Throngs of the well-dressed faithful came for their periodic worship of the Vienna Philharmonic at Carnegie Hall on Friday night. Lorin Maazel led the players in a backwards tour of three Sibelius symphonies, beginning with the single-movement Seventh, moving on to the inimitable Fifth, and ending with the more traditional First. The delicious program and the distinguished orchestra promised an evening of musical transcendence. But the collaboration fell short of what it could have been.

A master of conducting technique, Maazel has two habits that sometimes do not work in the music’s favor. He can overconduct, beating time and dictating solos in such a way that the orchestra does not have a chance to build up its own energy. He also tends to impose tempo choices independently of what is indicated in the score. These habits can straitjacket the players.

Condensed into one movement, the Seventh has a meandering opening that can’t seem to decide if it is mournful or hopeful. As the music builds in breadth and intensity, an eloquent trombone solo states the main theme. Eventually the music accelerates into a violent storm, driven by subterranean scales in the basses. The clouds clear, and the work ends in grand yet serene affirmation. Maazel’s performance was hobbled by slow tempos and suppressed dynamics. Only rarely did he throw caution to the wind, such as at the very end of the storm passage. But these few bolts of energy only threw the flatness of the rest into relief; for instance, the storm passage itself was disappointingly placid.

The Fifth Symphony contains the idiomatic Sibelian techniques that make his music great: pedal points that transform the lines above them, tiny motifs that are assembled and reassembled into themes, and orchestration that astonishes with every listen. The majestic music may seem to play itself, but in Maazel’s hands, the moments of greatest clarity were somehow lost in a muddle, and passages that should have been playful fell victim to his all-controlling beat.

The highlight of the Fifth is the masterful finale, whose main theme is known as the “Swan Hymn,” and was inspired by a flock of swans circling Sibelius’ home. It is surely one of music’s greatest moments. Over sunset-colored strings, the horns play an unforgettable ostinato, punctuated by a soaring theme in the winds and cellos. It is the sound of flight and yearning, and usually brings me right to tears. Heartbreakingly, the moment is over far too soon and never reappears in quite the same way. The rest of the movement struggles to come back to it, with the swan hymn appearing in spiccato strings, then in wrestling low brass, and lonely attempts at the soaring theme.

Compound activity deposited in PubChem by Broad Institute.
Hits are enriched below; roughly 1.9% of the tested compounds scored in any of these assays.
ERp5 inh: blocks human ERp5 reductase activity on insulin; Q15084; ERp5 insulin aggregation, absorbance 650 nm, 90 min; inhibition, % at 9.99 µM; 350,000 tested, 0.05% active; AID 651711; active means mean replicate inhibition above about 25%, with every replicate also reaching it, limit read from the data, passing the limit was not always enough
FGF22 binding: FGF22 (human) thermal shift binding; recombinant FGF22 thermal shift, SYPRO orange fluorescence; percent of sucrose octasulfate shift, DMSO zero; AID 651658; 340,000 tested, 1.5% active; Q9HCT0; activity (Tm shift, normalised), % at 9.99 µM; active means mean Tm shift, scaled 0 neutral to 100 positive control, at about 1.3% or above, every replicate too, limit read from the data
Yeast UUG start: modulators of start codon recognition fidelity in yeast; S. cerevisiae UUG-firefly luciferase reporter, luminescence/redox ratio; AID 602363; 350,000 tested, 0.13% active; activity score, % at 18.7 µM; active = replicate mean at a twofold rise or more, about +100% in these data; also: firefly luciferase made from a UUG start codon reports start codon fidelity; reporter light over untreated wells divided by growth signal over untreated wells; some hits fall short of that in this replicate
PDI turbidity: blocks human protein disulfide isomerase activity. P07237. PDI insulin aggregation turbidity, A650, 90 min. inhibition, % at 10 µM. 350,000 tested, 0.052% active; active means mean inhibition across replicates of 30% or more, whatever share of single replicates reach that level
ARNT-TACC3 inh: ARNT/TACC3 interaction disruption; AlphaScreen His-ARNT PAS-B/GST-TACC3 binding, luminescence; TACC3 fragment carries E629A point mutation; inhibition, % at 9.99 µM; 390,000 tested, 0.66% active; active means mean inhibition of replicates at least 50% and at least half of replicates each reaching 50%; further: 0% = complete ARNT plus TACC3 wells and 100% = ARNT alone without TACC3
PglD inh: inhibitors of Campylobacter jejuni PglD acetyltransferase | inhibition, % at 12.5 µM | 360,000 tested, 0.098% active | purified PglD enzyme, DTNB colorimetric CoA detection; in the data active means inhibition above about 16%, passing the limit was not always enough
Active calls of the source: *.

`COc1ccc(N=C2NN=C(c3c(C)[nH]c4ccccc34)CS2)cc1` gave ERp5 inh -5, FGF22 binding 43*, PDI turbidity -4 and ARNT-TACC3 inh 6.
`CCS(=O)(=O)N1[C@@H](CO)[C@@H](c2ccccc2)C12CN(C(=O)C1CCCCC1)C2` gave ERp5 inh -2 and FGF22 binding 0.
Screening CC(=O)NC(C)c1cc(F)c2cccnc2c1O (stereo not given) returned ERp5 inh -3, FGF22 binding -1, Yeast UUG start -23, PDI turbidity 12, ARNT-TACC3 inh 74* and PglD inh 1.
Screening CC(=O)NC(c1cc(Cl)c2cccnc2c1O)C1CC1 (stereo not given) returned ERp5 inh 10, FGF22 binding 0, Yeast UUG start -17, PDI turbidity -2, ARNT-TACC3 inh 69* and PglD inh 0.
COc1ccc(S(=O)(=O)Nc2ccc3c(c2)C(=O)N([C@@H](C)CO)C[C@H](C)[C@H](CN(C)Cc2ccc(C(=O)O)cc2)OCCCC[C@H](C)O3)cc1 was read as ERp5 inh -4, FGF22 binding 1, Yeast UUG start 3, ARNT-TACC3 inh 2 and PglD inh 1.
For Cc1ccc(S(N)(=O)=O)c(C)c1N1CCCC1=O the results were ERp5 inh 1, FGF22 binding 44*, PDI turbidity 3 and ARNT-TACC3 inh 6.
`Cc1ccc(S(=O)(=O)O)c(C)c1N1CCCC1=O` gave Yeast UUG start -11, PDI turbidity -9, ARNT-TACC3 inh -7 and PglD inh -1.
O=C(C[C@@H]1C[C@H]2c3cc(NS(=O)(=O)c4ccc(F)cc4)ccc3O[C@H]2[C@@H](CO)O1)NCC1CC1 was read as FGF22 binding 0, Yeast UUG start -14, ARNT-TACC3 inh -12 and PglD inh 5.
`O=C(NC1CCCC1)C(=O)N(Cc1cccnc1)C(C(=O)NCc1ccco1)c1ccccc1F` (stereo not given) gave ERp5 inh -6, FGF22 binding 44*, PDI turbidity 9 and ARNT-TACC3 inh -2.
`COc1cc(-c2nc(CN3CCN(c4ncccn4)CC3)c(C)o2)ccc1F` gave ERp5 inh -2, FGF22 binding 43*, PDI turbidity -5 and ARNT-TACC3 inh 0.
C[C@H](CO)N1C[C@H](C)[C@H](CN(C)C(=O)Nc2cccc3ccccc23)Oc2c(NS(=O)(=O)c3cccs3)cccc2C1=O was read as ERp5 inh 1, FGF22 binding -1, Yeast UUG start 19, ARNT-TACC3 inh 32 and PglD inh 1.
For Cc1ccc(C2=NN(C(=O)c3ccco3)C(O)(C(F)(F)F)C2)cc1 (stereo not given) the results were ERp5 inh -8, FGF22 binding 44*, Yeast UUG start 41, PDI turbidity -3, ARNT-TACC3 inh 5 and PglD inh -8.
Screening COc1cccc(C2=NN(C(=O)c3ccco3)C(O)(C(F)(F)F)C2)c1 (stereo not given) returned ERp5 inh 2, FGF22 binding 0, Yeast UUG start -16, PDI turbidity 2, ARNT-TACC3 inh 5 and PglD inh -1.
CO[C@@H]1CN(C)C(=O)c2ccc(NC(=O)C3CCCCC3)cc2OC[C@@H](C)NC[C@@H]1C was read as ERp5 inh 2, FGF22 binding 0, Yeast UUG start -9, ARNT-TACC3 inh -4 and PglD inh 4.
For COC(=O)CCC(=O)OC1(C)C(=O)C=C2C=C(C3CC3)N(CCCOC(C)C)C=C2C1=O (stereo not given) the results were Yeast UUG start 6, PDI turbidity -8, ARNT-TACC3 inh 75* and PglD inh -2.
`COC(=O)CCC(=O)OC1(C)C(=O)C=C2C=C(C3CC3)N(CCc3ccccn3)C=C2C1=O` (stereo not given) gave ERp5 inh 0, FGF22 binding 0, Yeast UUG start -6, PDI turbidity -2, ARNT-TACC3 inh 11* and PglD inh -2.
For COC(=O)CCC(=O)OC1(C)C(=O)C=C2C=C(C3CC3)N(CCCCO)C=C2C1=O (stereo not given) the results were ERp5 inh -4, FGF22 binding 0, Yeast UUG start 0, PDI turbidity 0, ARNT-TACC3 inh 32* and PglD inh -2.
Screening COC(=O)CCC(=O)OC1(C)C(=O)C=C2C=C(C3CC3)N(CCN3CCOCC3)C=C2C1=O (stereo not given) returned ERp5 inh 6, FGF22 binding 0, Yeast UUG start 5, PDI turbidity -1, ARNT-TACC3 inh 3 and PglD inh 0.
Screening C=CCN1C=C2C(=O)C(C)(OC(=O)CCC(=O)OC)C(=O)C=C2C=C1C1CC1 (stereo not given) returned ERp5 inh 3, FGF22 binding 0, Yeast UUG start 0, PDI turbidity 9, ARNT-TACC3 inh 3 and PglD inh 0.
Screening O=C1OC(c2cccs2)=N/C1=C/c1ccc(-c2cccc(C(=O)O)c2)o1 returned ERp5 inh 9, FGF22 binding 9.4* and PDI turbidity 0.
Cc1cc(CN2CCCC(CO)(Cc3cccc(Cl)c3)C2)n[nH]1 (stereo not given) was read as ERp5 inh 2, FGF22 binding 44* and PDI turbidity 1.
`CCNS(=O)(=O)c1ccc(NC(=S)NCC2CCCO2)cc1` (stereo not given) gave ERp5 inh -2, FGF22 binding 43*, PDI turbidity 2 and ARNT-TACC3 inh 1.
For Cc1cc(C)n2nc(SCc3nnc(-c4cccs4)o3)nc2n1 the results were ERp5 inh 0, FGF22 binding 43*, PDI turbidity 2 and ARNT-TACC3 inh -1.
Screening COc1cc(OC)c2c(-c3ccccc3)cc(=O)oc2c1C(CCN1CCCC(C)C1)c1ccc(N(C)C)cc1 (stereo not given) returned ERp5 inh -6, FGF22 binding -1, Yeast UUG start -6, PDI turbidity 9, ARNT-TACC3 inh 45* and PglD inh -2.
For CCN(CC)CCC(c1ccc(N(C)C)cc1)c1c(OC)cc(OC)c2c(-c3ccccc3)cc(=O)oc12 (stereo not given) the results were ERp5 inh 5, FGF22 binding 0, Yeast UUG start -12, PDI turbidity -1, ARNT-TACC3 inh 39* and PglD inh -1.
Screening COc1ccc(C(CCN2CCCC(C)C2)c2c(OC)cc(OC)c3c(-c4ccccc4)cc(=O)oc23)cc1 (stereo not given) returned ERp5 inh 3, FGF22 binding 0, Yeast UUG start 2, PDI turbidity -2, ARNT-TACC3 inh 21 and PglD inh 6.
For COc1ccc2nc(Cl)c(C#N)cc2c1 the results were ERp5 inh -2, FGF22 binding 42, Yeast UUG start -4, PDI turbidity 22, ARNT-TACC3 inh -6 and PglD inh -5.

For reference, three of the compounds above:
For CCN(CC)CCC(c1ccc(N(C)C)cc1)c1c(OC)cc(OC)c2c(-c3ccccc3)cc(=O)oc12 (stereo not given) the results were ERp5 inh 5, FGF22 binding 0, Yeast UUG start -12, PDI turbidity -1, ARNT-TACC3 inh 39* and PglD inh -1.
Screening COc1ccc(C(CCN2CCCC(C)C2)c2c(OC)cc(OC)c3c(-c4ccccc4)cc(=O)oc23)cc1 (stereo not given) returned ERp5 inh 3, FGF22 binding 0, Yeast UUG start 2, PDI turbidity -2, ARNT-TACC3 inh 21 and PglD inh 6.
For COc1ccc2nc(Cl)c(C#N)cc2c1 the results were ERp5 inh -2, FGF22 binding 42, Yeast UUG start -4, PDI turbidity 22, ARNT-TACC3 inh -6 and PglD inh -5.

On Friday, the balance was off. With the strings too prominent and the horns not present enough, the ear didn’t have a path to follow, and the effect was lost. At the very end, the music suddenly gives way to silence, punctuated by six massive full-orchestra chords. The composer clearly measured out the rests that make up the abrupt ending, but the timing of the final chords was distorted in this rendition.

The First Symphony speaks with the Romantic rhetoric of Tchaikovsky’s Fifth; both begin with a clarinet solo that returns in the Finale. But Sibelius’ originality is always evident. His tunes are just as grandiose as Tchaikovsky’s, but he surrounds them with diaphanous orchestral textures, and contrasts them with disquieting, non-melodic passages. Even the opening clarinet solo demonstrates Sibelius’ originality; while Tchaikovsky supported his clarinet with traditional chordal harmony, Sibelius gives only a pianissimo timpani roll, suggesting vast, empty space.

This work fared best on the program, perhaps because of its more Romantic style. Instead of strictly beating time and cueing every entrance, Maazel threw his whole body into his gestures, and the players responded in kind. Climaxes throughout the work, propelled by thundering timpani, were spectacular.

This concert should have been a highlight of the season. An evening with the Vienna Philharmonic is always well spent, but on this occasion Maazel’s finagling resulted in more limited means of expression. Sometimes, less is more.